First Nations Foundation (FNF) has launched a digital financial literacy education program to help First Nations people develop financial knowledge.
My Money Dream had been developed by indigenous people from 10 years of face-to-face delivery by the foundation working with the community to create a validated training program.
The program was developed with support from Indigenous Business Australia and Australian Unity, to help First Nations people aged 16-60 understand financial concepts in a way inquire to indigenous people.
It covered money and culture, budgeting, banking, superannuation, insurance, loans and credit, buying a home, buying a car and financial first aid.
Amanda Young, FNF chief executive, said they discovered from their research that nine in 10 indigenous people no financial security.
“This cannot be transcended without financial literacy, and we are enlisting the help of government and industry to help reach and build a financially-savvy Indigenous population,” Young said.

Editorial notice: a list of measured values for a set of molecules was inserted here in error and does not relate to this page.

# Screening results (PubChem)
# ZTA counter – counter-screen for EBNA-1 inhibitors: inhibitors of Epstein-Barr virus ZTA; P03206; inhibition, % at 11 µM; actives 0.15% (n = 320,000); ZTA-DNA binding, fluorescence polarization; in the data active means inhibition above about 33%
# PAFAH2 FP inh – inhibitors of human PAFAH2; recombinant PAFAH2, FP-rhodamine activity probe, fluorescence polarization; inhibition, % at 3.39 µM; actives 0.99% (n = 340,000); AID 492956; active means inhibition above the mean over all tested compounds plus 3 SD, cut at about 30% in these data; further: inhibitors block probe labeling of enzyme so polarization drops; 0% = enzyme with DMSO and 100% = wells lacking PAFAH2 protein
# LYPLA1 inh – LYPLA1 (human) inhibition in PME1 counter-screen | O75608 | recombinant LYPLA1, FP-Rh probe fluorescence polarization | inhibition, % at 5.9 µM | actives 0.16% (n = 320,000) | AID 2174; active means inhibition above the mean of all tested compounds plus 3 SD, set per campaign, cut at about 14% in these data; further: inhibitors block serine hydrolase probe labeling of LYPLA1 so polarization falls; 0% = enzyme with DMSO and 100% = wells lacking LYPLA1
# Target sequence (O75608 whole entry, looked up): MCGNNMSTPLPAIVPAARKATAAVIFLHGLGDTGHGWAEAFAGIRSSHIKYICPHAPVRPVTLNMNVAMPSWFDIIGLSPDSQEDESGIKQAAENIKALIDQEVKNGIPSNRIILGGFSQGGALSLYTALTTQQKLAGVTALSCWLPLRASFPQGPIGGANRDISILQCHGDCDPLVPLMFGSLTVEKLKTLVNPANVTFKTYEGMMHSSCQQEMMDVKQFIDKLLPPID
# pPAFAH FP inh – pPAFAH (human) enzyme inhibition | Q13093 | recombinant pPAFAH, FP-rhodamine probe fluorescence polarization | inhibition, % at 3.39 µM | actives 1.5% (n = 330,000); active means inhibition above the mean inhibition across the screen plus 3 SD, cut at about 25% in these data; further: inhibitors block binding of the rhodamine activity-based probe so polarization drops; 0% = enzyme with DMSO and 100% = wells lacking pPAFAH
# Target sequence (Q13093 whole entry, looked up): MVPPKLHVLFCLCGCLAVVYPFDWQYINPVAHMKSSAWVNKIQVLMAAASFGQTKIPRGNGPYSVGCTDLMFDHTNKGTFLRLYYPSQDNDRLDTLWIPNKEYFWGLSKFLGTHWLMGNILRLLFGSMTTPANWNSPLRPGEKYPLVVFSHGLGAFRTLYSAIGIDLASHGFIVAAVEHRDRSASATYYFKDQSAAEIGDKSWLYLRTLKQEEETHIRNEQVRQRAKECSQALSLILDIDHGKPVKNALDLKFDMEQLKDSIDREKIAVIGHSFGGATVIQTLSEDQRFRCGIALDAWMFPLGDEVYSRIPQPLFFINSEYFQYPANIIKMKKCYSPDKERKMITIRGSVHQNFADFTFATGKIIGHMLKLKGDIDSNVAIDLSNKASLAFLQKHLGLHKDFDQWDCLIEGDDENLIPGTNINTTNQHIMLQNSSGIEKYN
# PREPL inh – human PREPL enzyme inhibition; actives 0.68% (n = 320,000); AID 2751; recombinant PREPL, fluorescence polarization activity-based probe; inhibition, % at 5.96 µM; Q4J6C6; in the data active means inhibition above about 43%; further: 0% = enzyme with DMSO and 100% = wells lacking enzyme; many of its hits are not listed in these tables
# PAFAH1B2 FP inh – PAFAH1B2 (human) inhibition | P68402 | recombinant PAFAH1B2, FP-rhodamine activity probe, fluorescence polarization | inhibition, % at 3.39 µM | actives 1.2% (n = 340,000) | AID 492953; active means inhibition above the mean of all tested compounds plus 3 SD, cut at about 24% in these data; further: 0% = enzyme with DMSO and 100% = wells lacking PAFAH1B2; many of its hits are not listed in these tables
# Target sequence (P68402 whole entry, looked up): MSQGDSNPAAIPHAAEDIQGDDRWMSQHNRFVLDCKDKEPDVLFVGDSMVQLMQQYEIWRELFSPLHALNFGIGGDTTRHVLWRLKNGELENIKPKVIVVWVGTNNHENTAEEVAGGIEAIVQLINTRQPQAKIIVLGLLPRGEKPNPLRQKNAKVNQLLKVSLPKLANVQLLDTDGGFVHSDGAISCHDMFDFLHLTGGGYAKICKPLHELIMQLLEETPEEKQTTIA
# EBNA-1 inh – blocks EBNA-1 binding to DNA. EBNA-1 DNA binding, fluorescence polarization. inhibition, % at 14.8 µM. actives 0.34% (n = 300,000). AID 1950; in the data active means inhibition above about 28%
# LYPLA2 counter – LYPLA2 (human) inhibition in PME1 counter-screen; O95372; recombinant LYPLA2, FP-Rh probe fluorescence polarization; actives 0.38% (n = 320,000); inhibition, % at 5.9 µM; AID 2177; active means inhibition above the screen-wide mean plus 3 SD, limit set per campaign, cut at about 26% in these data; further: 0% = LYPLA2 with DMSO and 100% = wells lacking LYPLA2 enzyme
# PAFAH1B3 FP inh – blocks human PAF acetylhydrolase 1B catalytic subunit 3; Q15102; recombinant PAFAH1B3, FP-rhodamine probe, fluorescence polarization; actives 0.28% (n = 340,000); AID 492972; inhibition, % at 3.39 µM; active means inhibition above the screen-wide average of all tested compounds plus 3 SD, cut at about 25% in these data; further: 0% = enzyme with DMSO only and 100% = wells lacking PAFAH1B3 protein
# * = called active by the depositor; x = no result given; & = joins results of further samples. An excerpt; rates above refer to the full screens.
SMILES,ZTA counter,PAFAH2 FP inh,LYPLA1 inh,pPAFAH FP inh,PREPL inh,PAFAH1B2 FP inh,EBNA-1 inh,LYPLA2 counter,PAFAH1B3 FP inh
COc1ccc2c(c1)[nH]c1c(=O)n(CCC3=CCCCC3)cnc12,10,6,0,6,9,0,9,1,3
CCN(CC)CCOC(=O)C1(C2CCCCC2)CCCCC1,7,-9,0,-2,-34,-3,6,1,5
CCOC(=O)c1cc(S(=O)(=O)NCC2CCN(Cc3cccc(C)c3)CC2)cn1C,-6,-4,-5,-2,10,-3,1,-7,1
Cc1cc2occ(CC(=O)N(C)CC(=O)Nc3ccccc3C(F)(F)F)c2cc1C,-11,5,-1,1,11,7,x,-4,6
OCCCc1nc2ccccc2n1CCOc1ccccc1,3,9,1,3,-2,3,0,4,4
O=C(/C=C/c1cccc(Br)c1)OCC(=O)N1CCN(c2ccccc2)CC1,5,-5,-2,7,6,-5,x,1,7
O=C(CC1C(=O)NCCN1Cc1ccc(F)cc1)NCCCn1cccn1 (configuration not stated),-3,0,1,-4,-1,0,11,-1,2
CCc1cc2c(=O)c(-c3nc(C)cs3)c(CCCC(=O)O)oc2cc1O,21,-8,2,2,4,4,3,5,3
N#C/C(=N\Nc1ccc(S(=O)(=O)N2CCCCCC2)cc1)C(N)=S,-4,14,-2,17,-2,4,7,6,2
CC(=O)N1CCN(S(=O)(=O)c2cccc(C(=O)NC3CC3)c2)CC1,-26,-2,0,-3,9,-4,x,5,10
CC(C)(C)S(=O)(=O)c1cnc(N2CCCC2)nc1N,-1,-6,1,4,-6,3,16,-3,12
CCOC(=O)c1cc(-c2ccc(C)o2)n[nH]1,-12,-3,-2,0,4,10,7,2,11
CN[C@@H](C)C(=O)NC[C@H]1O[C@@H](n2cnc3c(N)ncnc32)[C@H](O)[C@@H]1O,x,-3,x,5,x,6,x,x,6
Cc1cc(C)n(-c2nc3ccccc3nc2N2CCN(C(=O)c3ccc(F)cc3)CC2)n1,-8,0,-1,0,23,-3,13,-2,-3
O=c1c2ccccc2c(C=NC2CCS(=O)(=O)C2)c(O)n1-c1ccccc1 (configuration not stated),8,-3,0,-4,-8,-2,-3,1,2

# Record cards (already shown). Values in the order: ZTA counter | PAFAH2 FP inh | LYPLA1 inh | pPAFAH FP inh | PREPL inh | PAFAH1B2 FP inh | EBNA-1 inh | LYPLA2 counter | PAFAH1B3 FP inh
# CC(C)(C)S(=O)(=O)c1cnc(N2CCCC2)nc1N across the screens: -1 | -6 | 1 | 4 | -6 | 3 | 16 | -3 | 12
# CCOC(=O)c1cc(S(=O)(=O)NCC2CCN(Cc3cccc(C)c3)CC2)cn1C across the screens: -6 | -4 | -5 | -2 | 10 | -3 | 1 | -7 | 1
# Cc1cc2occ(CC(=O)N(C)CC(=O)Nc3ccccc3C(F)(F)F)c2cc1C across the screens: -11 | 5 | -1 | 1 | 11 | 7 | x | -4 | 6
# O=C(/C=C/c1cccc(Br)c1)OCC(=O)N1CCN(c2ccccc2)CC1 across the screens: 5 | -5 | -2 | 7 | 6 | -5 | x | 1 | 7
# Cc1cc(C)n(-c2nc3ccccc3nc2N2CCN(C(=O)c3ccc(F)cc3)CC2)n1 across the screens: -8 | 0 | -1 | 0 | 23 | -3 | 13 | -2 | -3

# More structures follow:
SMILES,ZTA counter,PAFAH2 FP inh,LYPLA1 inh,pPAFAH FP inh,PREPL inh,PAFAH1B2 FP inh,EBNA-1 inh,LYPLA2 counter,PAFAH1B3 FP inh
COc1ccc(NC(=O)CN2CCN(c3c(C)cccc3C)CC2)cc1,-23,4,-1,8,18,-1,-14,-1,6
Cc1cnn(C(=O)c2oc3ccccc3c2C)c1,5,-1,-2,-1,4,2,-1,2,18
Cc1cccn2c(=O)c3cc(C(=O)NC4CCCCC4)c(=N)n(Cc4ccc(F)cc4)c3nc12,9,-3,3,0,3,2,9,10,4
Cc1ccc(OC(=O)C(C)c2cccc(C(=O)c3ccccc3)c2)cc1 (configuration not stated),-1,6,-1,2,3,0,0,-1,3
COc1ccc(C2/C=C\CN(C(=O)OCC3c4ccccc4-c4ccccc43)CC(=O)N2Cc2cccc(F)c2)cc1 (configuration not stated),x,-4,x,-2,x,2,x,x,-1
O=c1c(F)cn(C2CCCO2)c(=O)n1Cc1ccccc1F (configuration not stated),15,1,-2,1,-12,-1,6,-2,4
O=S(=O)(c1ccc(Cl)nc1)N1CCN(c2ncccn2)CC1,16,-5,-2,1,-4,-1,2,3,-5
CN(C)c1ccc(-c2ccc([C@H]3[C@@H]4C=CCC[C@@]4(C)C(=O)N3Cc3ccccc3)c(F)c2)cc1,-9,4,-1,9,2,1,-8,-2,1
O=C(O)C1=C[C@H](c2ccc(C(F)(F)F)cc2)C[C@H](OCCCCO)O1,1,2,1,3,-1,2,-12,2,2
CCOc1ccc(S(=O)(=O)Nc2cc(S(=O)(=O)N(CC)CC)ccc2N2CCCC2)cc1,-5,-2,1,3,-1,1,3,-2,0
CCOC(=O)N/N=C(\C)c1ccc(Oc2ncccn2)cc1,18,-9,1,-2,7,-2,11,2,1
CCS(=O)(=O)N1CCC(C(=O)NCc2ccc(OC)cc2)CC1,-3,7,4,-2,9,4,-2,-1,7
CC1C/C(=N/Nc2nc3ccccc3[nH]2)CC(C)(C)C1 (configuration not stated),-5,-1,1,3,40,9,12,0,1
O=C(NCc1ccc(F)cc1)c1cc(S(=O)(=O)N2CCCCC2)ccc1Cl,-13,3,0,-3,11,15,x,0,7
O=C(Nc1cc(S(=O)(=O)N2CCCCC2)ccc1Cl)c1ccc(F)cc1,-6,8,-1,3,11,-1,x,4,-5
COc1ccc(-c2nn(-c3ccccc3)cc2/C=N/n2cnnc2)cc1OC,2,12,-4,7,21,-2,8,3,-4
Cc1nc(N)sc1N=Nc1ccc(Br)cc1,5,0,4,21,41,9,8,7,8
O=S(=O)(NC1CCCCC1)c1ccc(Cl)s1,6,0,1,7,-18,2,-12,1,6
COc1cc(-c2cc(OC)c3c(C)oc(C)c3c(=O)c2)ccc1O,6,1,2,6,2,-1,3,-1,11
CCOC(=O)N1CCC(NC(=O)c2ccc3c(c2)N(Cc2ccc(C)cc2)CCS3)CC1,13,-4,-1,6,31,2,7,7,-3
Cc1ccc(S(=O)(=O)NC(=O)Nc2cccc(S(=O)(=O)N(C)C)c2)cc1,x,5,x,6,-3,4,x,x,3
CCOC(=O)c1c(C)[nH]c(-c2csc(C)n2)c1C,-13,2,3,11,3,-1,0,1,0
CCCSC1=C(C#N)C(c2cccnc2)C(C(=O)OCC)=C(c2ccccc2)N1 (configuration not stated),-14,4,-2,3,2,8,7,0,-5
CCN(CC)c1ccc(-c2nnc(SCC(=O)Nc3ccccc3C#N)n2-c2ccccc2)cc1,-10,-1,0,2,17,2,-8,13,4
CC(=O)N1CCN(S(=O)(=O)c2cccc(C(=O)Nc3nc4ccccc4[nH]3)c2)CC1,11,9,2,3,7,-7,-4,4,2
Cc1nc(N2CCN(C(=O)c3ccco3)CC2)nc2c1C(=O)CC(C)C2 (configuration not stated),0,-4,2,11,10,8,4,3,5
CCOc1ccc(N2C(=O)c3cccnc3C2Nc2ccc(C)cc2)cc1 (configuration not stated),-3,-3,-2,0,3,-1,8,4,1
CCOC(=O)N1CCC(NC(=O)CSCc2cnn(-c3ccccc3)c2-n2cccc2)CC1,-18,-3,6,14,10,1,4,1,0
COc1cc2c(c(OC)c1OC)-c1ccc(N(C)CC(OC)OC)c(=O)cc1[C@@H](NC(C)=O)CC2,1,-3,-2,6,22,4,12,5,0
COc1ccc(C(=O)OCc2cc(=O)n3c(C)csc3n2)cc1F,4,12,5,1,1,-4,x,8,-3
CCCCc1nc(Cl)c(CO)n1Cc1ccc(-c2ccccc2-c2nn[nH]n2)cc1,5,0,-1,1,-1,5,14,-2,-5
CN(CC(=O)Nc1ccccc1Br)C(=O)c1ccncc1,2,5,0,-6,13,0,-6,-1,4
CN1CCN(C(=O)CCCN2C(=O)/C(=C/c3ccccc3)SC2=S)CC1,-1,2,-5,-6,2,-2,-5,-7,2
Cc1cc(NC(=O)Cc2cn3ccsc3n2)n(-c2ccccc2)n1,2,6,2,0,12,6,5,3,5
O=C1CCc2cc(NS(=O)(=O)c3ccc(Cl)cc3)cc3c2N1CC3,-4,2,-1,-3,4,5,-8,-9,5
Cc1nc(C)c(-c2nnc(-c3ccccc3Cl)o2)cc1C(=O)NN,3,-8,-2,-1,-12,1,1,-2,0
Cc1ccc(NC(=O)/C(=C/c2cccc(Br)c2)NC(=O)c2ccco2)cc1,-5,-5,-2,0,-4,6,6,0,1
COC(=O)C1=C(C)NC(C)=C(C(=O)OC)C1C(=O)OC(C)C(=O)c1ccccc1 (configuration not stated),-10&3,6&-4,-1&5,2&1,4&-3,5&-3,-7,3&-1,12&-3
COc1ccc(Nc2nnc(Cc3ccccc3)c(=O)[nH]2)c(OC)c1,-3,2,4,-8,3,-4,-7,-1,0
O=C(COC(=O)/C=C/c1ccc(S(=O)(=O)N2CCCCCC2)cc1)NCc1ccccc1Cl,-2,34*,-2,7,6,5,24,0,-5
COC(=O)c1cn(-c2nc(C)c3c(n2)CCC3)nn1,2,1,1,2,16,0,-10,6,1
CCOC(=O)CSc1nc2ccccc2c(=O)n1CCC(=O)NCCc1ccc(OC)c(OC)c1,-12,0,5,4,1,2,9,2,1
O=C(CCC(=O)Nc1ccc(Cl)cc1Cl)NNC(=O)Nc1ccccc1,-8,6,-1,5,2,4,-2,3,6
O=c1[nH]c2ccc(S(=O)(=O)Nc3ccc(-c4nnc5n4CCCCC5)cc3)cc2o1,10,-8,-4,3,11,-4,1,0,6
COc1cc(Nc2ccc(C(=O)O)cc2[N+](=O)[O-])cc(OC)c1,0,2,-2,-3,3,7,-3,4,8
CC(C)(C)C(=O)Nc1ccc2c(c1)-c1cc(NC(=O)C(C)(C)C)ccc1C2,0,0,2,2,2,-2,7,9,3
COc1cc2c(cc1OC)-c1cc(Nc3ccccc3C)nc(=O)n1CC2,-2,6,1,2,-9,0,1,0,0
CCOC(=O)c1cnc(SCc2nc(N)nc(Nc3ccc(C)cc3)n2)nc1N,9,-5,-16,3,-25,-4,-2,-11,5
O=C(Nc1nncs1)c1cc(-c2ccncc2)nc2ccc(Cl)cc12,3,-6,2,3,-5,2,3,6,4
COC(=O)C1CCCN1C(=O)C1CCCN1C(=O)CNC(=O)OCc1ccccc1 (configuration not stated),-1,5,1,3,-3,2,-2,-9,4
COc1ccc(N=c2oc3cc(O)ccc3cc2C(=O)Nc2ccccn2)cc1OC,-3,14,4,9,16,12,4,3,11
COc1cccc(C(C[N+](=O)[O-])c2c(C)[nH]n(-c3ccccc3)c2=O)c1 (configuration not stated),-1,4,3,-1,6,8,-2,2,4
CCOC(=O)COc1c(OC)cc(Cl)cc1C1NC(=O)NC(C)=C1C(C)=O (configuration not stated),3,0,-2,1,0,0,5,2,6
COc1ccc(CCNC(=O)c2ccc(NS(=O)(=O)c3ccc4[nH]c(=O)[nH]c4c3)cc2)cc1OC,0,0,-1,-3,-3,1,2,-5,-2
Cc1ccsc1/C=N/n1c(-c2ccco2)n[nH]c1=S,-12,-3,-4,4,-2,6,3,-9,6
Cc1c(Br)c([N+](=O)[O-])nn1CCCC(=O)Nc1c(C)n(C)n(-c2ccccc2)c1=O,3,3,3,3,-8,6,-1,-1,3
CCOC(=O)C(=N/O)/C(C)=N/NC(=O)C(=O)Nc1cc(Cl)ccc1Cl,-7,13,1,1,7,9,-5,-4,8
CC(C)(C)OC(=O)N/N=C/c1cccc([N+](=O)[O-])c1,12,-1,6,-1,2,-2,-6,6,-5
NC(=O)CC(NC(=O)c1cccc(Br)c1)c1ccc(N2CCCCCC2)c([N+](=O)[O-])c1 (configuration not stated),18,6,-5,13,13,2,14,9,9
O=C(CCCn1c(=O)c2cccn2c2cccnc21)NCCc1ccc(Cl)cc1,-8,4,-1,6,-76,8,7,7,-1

“We are asking financial services who want to connect with their Indigenous members to buy My Money Dream and offer it, as a powerful way to build skills and trust.”
“We ask governments to help prepare our Indigenous workers of the future with money skills, for people on cashless welfare cards to skill up and exit that system and for employers to attract and retain their Indigenous staff with this professional development tool.”